Page 45 U. S. 654

other, so as to cut the tongue to match the groove; on the other side of the cylinder is an arbor parallel with the cylinder, on which is placed circular cutters for planing the edges of the board or plank as they pass through. The cutter on the side next to the guide is stationary on the arbor; the opposite one is movable in the arbor, but fastened with screws to set it for different widths. A belt runs from a pulley on the end of the arbor, outside the frame, to the said drum, as also the same from the cylinder, each having about the same motion. The feeding rollers are put in motion by a belt from the slow part of the driving power. I have also put in operation a carriage for feeding, but rollers save the time of running the carriage back."

"Now what I, the said Uri Emmons, consider and claim as my improvement, and for which I solicit a patent, is as follows, namely:"

"1st. The principle of planing boards and plank with a rotary motion, with knives or edges on a cylinder, placed upon the same, straight or spiral, as before described, which I put in operation at Syracuse, in the County of Onondaga in the State of New York in the early part of the year 1824."

"2d. The burrs for grooving and tonguing, in contradistinction from the mode used by William Woodworth, he using the duckbill cutters."

"3d. The feeding, by running the timber through on a carriage, or between feeding rollers, guided by a straight edge, as before described."

"In testimony that the aforegoing is a true specification of my said improvement as before described, I have hereunto set my hand and seal the eighth day of April in the year of our Lord one thousand eight hundred and twenty-nine."

"[Signed] URI EMMONS"

"Witnesses:"

"THOS. THOMAS"

"SILAS HATHAWAY"

On 16 May, 1829, the said Emmons sold his entire interest in the last-mentioned patent to Daniel H. Toogood, Daniel Halstead, and William Tyack, by the following instrument:

"Deed from Emmons to Toogood, Halstead, and Tyack"

"Whereas Uri Emmons, of the State of New York, machinist, has received letters patent of the United States of America, dated April 25, one thousand eight hundred and twenty-nine, [for] the full and exclusive right and liberty of making, constructing, using, and vending to others to be used, a new and useful improvement in the mode of planing floor plank, and grooving and tonguing, and straightening the edges of the same, planing boards, straightening and planing square timber &c., by machinery, at one operation, called the cylindrical planing machine. "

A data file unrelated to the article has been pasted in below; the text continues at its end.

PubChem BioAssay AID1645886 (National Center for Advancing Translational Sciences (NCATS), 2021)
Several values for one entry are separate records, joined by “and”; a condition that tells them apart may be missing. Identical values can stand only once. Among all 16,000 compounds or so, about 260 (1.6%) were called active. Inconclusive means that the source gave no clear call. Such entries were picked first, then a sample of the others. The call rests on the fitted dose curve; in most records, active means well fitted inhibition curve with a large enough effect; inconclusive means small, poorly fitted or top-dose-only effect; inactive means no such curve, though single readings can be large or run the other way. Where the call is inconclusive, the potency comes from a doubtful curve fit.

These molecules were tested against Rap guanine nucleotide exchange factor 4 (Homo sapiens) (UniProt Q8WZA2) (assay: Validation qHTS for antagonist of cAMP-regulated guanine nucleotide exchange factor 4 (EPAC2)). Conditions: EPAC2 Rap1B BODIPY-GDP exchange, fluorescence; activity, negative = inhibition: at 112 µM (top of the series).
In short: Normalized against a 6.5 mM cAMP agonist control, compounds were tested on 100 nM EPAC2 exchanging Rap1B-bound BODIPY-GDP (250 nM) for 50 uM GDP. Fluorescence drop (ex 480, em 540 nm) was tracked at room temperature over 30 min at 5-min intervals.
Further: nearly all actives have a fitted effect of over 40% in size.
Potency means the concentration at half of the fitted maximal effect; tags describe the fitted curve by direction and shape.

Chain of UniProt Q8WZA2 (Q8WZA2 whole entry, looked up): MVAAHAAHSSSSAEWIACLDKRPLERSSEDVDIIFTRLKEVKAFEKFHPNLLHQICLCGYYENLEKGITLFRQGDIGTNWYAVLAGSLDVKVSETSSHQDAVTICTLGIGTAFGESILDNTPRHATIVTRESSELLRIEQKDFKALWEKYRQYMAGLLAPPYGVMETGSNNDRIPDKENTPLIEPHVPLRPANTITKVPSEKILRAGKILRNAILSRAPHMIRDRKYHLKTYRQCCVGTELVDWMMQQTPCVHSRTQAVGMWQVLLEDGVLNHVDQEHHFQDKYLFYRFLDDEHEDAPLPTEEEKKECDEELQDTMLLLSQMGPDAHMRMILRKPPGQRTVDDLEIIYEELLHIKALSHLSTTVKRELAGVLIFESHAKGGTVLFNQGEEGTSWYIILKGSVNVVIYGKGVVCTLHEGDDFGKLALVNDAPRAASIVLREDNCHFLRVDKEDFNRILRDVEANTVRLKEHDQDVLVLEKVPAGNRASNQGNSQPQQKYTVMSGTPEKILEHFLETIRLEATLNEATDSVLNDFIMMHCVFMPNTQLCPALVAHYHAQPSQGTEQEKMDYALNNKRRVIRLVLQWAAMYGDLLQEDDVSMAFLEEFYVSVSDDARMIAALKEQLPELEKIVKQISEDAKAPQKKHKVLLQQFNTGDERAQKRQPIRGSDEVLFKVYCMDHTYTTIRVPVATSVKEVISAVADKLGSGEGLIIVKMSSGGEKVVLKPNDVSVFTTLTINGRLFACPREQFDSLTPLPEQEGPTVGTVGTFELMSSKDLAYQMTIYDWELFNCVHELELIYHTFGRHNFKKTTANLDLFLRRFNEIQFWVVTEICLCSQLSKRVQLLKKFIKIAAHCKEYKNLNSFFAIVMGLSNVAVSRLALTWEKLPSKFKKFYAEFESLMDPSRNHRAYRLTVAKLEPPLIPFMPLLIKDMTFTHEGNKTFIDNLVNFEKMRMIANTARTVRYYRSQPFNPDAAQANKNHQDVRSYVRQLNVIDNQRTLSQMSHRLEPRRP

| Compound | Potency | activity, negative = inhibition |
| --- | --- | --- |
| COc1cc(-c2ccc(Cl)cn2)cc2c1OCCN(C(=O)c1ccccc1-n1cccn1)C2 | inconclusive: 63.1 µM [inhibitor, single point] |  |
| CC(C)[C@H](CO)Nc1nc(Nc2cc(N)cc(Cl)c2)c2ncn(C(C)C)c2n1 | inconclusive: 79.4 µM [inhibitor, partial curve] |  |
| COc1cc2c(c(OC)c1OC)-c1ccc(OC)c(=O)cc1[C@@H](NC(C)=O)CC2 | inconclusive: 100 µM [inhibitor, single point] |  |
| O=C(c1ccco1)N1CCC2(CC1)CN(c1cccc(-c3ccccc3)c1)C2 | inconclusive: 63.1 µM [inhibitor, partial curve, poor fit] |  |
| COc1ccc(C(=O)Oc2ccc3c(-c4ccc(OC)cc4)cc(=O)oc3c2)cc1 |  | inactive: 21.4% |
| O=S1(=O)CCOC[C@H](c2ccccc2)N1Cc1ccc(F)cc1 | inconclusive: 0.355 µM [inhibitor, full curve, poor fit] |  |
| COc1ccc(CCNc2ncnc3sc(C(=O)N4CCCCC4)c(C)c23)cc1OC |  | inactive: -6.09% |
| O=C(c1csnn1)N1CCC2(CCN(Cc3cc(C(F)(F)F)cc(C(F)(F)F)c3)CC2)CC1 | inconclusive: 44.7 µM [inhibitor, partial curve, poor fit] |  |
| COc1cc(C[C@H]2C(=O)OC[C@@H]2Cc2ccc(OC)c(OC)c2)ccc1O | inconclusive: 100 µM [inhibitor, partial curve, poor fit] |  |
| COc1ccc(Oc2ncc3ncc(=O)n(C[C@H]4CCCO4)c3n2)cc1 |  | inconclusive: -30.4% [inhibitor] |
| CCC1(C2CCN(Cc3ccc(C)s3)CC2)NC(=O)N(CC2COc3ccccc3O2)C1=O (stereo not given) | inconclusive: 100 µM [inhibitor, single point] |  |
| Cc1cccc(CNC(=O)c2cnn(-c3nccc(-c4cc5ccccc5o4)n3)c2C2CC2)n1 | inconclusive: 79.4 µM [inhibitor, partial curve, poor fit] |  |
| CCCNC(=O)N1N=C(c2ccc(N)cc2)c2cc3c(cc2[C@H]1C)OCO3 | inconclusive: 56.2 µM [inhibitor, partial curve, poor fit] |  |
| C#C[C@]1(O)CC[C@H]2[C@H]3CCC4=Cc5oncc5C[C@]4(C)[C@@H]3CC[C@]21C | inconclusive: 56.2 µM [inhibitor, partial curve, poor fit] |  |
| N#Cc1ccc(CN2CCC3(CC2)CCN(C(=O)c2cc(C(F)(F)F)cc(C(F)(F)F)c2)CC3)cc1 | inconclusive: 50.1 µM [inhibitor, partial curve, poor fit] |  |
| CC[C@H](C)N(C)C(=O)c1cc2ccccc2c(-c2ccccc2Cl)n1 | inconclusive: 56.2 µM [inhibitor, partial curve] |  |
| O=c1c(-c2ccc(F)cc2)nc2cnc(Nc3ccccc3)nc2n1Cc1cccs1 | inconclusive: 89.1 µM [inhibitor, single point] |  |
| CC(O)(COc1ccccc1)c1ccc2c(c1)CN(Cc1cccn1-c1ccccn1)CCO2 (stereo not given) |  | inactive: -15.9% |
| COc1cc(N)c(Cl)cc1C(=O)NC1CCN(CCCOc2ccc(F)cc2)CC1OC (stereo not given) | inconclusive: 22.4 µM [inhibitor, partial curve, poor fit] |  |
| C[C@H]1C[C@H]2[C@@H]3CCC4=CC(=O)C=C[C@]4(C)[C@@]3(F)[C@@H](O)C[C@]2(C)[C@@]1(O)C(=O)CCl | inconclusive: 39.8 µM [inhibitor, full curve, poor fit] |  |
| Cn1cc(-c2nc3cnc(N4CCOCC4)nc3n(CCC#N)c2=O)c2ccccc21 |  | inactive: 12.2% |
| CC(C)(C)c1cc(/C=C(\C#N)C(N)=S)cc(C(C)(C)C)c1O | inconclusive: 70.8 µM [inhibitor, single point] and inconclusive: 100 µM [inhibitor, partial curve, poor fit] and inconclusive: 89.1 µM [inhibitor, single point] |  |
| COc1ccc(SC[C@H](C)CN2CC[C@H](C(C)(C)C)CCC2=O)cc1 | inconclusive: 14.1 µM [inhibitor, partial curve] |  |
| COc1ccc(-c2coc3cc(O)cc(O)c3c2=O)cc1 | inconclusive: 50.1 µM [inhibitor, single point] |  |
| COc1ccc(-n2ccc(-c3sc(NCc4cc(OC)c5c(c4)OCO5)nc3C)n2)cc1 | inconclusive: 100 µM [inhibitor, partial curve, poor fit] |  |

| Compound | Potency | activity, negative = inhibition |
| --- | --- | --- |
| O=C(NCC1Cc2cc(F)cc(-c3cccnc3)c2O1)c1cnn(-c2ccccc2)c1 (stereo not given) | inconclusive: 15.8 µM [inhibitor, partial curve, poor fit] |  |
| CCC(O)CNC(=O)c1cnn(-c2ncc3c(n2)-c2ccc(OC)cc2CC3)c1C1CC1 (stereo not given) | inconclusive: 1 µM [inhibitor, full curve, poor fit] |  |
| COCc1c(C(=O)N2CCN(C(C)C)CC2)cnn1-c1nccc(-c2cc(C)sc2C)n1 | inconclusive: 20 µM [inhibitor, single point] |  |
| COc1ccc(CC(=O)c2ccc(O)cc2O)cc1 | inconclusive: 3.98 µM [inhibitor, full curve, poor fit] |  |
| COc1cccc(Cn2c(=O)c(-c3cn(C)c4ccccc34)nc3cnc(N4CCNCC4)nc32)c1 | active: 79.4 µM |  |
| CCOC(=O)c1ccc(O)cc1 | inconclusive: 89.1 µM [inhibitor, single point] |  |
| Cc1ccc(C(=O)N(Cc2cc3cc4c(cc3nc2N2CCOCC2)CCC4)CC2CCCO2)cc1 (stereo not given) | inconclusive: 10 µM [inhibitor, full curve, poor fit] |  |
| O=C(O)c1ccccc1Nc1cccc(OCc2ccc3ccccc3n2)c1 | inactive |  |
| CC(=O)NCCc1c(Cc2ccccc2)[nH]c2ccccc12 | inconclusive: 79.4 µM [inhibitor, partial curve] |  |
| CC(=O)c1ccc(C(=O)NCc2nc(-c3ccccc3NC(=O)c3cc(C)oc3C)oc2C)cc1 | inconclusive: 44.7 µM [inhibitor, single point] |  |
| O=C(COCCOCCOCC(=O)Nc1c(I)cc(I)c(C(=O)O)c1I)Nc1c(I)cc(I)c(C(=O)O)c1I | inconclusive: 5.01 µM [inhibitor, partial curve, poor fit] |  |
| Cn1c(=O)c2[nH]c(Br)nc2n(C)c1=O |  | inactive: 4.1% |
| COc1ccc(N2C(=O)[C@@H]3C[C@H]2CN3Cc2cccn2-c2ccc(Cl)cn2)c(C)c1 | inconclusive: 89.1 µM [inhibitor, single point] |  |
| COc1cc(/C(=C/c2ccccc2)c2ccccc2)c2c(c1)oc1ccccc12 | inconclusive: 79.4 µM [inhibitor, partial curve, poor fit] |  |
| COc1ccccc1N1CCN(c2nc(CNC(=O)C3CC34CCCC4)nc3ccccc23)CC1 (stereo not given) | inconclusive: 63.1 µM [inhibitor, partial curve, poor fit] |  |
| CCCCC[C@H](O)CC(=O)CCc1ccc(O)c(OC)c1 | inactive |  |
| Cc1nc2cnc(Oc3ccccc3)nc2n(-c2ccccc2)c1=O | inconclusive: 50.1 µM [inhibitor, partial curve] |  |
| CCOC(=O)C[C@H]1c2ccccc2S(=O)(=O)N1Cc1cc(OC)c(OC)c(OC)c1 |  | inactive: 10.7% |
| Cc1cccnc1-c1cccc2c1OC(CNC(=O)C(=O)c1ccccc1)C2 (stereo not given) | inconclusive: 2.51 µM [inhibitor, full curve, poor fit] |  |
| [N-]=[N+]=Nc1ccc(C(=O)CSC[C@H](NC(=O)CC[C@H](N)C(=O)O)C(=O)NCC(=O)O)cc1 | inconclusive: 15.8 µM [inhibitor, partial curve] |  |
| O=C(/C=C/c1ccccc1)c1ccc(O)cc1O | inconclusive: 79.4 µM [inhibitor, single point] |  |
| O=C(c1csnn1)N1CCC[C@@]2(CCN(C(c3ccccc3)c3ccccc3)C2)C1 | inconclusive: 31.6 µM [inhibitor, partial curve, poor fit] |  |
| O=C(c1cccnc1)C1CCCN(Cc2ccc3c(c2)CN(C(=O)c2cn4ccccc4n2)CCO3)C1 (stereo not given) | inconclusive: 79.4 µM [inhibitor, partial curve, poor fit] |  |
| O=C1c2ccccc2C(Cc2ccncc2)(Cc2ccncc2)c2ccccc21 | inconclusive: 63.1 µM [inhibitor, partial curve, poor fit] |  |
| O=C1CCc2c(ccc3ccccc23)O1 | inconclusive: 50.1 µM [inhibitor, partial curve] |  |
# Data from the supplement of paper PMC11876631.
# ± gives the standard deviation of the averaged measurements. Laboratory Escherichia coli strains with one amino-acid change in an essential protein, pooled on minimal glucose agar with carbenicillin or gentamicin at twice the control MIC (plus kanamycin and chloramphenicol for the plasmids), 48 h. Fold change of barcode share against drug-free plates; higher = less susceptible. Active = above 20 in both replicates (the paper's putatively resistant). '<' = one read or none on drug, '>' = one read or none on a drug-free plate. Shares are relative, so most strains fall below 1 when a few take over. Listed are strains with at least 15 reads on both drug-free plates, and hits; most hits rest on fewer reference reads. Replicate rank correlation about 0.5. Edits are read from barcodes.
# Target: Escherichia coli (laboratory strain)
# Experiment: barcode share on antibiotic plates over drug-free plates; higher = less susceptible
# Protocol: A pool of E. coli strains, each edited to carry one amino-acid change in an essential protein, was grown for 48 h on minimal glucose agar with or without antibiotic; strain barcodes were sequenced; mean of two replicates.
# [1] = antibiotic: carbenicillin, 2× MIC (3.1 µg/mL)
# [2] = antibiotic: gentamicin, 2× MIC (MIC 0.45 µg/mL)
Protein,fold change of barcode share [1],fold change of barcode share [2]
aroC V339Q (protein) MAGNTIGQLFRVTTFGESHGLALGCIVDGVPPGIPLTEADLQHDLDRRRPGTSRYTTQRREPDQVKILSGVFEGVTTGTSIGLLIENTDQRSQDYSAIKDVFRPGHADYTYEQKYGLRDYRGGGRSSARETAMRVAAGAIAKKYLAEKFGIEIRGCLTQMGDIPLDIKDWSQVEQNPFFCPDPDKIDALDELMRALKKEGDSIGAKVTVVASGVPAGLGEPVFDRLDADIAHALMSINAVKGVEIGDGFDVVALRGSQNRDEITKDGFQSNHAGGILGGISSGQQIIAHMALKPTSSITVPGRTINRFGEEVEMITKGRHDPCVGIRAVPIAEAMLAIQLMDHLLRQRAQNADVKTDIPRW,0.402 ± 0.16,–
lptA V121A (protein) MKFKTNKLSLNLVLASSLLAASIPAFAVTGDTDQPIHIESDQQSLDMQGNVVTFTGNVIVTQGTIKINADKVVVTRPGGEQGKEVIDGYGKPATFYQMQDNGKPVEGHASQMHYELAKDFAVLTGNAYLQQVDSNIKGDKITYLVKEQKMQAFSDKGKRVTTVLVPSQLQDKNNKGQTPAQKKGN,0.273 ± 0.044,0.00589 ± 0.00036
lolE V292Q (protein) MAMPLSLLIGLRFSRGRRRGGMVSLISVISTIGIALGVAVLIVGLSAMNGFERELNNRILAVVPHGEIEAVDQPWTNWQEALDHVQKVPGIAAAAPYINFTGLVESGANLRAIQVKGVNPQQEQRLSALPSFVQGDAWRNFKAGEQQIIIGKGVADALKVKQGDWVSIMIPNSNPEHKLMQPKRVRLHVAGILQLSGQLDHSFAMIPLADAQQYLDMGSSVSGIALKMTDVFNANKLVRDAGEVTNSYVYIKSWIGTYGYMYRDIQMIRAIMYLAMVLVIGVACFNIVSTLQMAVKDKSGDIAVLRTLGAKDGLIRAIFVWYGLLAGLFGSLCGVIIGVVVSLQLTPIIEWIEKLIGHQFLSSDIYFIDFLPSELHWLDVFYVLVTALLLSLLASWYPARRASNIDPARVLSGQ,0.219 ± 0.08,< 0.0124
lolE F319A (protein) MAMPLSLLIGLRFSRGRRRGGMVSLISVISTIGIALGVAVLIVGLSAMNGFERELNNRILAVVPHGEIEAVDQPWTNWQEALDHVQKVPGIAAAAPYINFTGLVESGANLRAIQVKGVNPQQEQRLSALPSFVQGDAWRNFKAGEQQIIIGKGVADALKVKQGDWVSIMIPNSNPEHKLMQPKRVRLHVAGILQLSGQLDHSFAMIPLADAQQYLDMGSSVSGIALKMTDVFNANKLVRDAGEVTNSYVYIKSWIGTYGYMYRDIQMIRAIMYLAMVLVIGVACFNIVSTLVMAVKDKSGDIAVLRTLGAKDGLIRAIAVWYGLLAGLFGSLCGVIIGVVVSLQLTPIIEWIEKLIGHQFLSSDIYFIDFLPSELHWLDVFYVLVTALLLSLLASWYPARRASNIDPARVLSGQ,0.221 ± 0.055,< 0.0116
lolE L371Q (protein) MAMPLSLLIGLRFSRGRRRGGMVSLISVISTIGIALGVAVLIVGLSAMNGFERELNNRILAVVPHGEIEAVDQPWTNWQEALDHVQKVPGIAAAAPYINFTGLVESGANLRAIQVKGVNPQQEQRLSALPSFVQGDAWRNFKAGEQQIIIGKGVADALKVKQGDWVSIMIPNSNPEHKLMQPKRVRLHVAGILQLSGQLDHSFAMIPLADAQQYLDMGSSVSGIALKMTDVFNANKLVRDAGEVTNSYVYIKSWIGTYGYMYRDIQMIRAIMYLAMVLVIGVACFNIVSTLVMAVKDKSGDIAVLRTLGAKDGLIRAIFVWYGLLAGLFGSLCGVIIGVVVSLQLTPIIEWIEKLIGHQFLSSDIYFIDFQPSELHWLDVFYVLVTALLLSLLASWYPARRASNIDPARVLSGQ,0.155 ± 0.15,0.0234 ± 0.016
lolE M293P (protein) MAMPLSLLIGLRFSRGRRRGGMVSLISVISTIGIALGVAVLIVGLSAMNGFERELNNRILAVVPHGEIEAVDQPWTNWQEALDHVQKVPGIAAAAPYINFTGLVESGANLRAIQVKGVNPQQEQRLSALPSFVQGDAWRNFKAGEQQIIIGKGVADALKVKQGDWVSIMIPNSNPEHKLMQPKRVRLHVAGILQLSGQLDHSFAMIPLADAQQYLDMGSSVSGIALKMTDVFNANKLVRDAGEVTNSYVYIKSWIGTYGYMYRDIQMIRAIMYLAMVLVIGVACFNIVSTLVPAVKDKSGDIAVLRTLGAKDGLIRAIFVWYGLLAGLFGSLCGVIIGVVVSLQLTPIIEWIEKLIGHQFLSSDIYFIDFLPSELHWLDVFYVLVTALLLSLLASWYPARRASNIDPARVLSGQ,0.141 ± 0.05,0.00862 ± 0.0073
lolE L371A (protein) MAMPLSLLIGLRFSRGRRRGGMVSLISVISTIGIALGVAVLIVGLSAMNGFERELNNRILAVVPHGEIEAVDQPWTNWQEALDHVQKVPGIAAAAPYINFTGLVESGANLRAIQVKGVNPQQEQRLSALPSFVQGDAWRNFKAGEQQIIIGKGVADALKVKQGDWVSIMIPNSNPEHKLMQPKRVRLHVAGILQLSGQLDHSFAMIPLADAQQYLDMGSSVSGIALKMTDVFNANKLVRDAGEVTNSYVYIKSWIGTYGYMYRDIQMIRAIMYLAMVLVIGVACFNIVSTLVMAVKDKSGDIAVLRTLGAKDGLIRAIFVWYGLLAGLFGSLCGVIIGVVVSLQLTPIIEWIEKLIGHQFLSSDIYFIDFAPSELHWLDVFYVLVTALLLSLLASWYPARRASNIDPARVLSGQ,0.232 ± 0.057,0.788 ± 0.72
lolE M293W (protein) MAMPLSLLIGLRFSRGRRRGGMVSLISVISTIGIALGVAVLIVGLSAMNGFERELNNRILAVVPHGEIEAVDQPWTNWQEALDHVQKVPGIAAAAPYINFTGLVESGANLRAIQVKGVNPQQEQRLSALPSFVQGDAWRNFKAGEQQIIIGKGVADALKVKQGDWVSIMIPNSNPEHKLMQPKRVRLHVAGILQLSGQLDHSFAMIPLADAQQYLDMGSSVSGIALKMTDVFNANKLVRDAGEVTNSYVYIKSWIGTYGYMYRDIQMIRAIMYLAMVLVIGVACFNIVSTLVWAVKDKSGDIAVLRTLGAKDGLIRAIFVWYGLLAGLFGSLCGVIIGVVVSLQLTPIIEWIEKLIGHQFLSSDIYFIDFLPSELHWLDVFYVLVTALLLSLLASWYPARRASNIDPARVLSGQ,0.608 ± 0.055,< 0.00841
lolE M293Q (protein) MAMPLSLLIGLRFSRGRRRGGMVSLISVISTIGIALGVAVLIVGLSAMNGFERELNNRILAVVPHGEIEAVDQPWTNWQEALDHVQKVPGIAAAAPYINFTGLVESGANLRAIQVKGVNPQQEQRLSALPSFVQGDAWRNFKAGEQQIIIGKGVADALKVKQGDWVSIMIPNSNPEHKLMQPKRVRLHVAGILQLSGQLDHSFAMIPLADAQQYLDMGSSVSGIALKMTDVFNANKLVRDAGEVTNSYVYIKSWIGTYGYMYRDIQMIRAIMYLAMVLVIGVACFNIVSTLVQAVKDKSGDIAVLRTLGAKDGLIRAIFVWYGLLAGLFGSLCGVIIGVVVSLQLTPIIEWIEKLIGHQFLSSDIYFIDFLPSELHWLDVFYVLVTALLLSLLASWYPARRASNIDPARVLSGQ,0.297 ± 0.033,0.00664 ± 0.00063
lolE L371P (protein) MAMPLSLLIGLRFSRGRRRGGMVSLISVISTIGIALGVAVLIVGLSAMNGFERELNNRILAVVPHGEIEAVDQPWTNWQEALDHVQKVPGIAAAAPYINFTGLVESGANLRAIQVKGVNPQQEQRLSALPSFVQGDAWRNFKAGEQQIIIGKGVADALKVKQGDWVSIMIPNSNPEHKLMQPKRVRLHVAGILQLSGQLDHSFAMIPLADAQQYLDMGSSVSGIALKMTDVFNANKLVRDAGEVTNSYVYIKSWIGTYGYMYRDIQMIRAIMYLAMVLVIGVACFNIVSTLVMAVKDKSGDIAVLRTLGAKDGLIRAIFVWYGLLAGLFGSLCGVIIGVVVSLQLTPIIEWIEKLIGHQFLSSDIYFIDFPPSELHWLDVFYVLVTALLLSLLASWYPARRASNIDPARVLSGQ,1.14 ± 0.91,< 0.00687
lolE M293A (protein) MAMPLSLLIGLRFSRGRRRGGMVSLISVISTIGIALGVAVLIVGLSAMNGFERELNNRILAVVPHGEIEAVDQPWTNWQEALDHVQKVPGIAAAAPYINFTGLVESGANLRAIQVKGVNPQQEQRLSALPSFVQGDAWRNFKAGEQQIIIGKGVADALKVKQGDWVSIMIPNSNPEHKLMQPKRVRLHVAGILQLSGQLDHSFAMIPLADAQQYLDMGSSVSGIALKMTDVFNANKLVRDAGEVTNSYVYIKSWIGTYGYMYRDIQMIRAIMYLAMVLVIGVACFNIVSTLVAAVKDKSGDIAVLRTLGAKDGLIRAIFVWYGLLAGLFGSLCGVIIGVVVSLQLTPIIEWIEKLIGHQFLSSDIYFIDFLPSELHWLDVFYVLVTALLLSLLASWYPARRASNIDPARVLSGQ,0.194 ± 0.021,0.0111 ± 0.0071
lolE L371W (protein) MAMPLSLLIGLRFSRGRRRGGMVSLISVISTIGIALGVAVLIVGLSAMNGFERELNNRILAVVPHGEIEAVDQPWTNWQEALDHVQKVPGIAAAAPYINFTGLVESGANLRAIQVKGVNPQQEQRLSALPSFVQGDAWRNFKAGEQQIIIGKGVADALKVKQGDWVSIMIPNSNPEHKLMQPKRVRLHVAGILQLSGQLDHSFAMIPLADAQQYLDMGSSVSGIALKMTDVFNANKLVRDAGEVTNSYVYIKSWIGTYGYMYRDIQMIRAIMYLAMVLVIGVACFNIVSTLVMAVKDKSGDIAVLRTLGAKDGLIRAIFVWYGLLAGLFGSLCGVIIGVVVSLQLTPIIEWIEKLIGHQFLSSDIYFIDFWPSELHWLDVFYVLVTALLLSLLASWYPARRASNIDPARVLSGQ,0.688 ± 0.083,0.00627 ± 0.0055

Page 45 U. S. 655

"Now know all men by these presents that I, Uri Emmons, of the City of New York, in consideration of five dollars to me in hand paid by Daniel H. Toogood, Daniel Halstead, and William Tyack, all of said City of New York, who fully viewed and considered the said improvement and the said patent and specifications therein contained, have granted, sold, and conveyed, and by these presents do grant, sell, and convey, to the said Daniel H. Toogood, Daniel Halstead, and William Tyack, their heirs, executors, administrators, and assigns, the full and exclusive right and liberty derived from the said patent, of making, using, and vending to others to be made, used, and sold, the said improvement within and throughout the United States of America. To have and to hold and enjoy all the privileges and benefits which may in any way arise from the said improvement by virtue of said letters patent. And I do hereby empower the said Daniel H. Toogood, Daniel Halstead, and William Tyack, their heirs, executors, administrators, and assigns, to commence and prosecute to final judgment and execution, at their own cost, any suit or suits against any person or persons who shall make, use, or vend the said improvement, contrary to the intent of the said letters patent and law in such case made and provided, and to receive, for their own benefit, the avails thereof, in such manner as I might do."